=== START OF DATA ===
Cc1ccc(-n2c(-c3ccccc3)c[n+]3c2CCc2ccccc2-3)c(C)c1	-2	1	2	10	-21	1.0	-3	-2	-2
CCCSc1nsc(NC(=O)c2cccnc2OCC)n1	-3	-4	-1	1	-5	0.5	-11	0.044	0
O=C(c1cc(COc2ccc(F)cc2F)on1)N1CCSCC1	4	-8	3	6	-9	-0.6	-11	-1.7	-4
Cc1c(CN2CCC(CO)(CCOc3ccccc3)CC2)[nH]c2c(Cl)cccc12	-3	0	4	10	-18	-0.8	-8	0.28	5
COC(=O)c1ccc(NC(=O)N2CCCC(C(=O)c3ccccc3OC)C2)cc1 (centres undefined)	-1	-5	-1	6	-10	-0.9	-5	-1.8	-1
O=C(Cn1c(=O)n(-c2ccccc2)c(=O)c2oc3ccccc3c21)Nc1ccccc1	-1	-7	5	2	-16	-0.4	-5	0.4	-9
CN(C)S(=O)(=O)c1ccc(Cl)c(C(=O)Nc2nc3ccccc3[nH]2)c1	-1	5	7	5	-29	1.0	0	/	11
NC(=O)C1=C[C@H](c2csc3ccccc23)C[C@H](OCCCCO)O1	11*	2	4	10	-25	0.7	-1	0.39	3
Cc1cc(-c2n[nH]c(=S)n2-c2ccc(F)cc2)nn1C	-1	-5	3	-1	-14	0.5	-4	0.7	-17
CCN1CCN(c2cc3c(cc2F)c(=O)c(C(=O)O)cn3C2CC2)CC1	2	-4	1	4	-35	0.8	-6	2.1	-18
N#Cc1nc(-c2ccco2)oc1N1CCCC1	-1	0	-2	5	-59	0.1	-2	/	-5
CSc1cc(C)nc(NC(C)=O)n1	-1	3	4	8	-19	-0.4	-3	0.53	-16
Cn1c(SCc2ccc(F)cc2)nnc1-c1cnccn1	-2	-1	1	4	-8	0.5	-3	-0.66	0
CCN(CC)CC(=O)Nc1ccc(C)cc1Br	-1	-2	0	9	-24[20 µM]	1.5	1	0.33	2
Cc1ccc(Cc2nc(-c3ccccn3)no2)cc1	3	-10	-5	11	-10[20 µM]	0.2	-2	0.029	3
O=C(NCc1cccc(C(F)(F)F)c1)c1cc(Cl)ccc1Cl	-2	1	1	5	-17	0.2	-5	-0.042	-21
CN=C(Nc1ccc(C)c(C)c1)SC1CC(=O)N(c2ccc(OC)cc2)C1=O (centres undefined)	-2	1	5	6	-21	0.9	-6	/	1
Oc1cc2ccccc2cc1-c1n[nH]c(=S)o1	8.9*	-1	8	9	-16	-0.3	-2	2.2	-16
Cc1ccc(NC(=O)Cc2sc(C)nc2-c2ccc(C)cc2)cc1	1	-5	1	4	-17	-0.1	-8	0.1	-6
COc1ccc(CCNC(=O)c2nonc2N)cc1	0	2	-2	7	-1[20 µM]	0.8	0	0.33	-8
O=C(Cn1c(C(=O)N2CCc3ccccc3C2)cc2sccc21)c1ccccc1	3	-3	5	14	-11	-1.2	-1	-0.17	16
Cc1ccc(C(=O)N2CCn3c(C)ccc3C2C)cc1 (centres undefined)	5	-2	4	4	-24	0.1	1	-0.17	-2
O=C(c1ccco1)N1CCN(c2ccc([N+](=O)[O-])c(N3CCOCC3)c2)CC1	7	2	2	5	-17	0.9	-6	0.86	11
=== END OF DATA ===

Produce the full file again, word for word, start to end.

Cc1ccc(-n2c(-c3ccccc3)c[n+]3c2CCc2ccccc2-3)c(C)c1	-2	1	2	10	-21	1.0	-3	-2	-2
CCCSc1nsc(NC(=O)c2cccnc2OCC)n1	-3	-4	-1	1	-5	0.5	-11	0.044	0
O=C(c1cc(COc2ccc(F)cc2F)on1)N1CCSCC1	4	-8	3	6	-9	-0.6	-11	-1.7	-4
Cc1c(CN2CCC(CO)(CCOc3ccccc3)CC2)[nH]c2c(Cl)cccc12	-3	0	4	10	-18	-0.8	-8	0.28	5
COC(=O)c1ccc(NC(=O)N2CCCC(C(=O)c3ccccc3OC)C2)cc1 (centres undefined)	-1	-5	-1	6	-10	-0.9	-5	-1.8	-1
O=C(Cn1c(=O)n(-c2ccccc2)c(=O)c2oc3ccccc3c21)Nc1ccccc1	-1	-7	5	2	-16	-0.4	-5	0.4	-9
CN(C)S(=O)(=O)c1ccc(Cl)c(C(=O)Nc2nc3ccccc3[nH]2)c1	-1	5	7	5	-29	1.0	0	/	11
NC(=O)C1=C[C@H](c2csc3ccccc23)C[C@H](OCCCCO)O1	11*	2	4	10	-25	0.7	-1	0.39	3
Cc1cc(-c2n[nH]c(=S)n2-c2ccc(F)cc2)nn1C	-1	-5	3	-1	-14	0.5	-4	0.7	-17
CCN1CCN(c2cc3c(cc2F)c(=O)c(C(=O)O)cn3C2CC2)CC1	2	-4	1	4	-35	0.8	-6	2.1	-18
N#Cc1nc(-c2ccco2)oc1N1CCCC1	-1	0	-2	5	-59	0.1	-2	/	-5
CSc1cc(C)nc(NC(C)=O)n1	-1	3	4	8	-19	-0.4	-3	0.53	-16
Cn1c(SCc2ccc(F)cc2)nnc1-c1cnccn1	-2	-1	1	4	-8	0.5	-3	-0.66	0
CCN(CC)CC(=O)Nc1ccc(C)cc1Br	-1	-2	0	9	-24[20 µM]	1.5	1	0.33	2
Cc1ccc(Cc2nc(-c3ccccn3)no2)cc1	3	-10	-5	11	-10[20 µM]	0.2	-2	0.029	3
O=C(NCc1cccc(C(F)(F)F)c1)c1cc(Cl)ccc1Cl	-2	1	1	5	-17	0.2	-5	-0.042	-21
CN=C(Nc1ccc(C)c(C)c1)SC1CC(=O)N(c2ccc(OC)cc2)C1=O (centres undefined)	-2	1	5	6	-21	0.9	-6	/	1
Oc1cc2ccccc2cc1-c1n[nH]c(=S)o1	8.9*	-1	8	9	-16	-0.3	-2	2.2	-16
Cc1ccc(NC(=O)Cc2sc(C)nc2-c2ccc(C)cc2)cc1	1	-5	1	4	-17	-0.1	-8	0.1	-6
COc1ccc(CCNC(=O)c2nonc2N)cc1	0	2	-2	7	-1[20 µM]	0.8	0	0.33	-8
O=C(Cn1c(C(=O)N2CCc3ccccc3C2)cc2sccc21)c1ccccc1	3	-3	5	14	-11	-1.2	-1	-0.17	16
Cc1ccc(C(=O)N2CCn3c(C)ccc3C2C)cc1 (centres undefined)	5	-2	4	4	-24	0.1	1	-0.17	-2
O=C(c1ccco1)N1CCN(c2ccc([N+](=O)[O-])c(N3CCOCC3)c2)CC1	7	2	2	5	-17	0.9	-6	0.86	11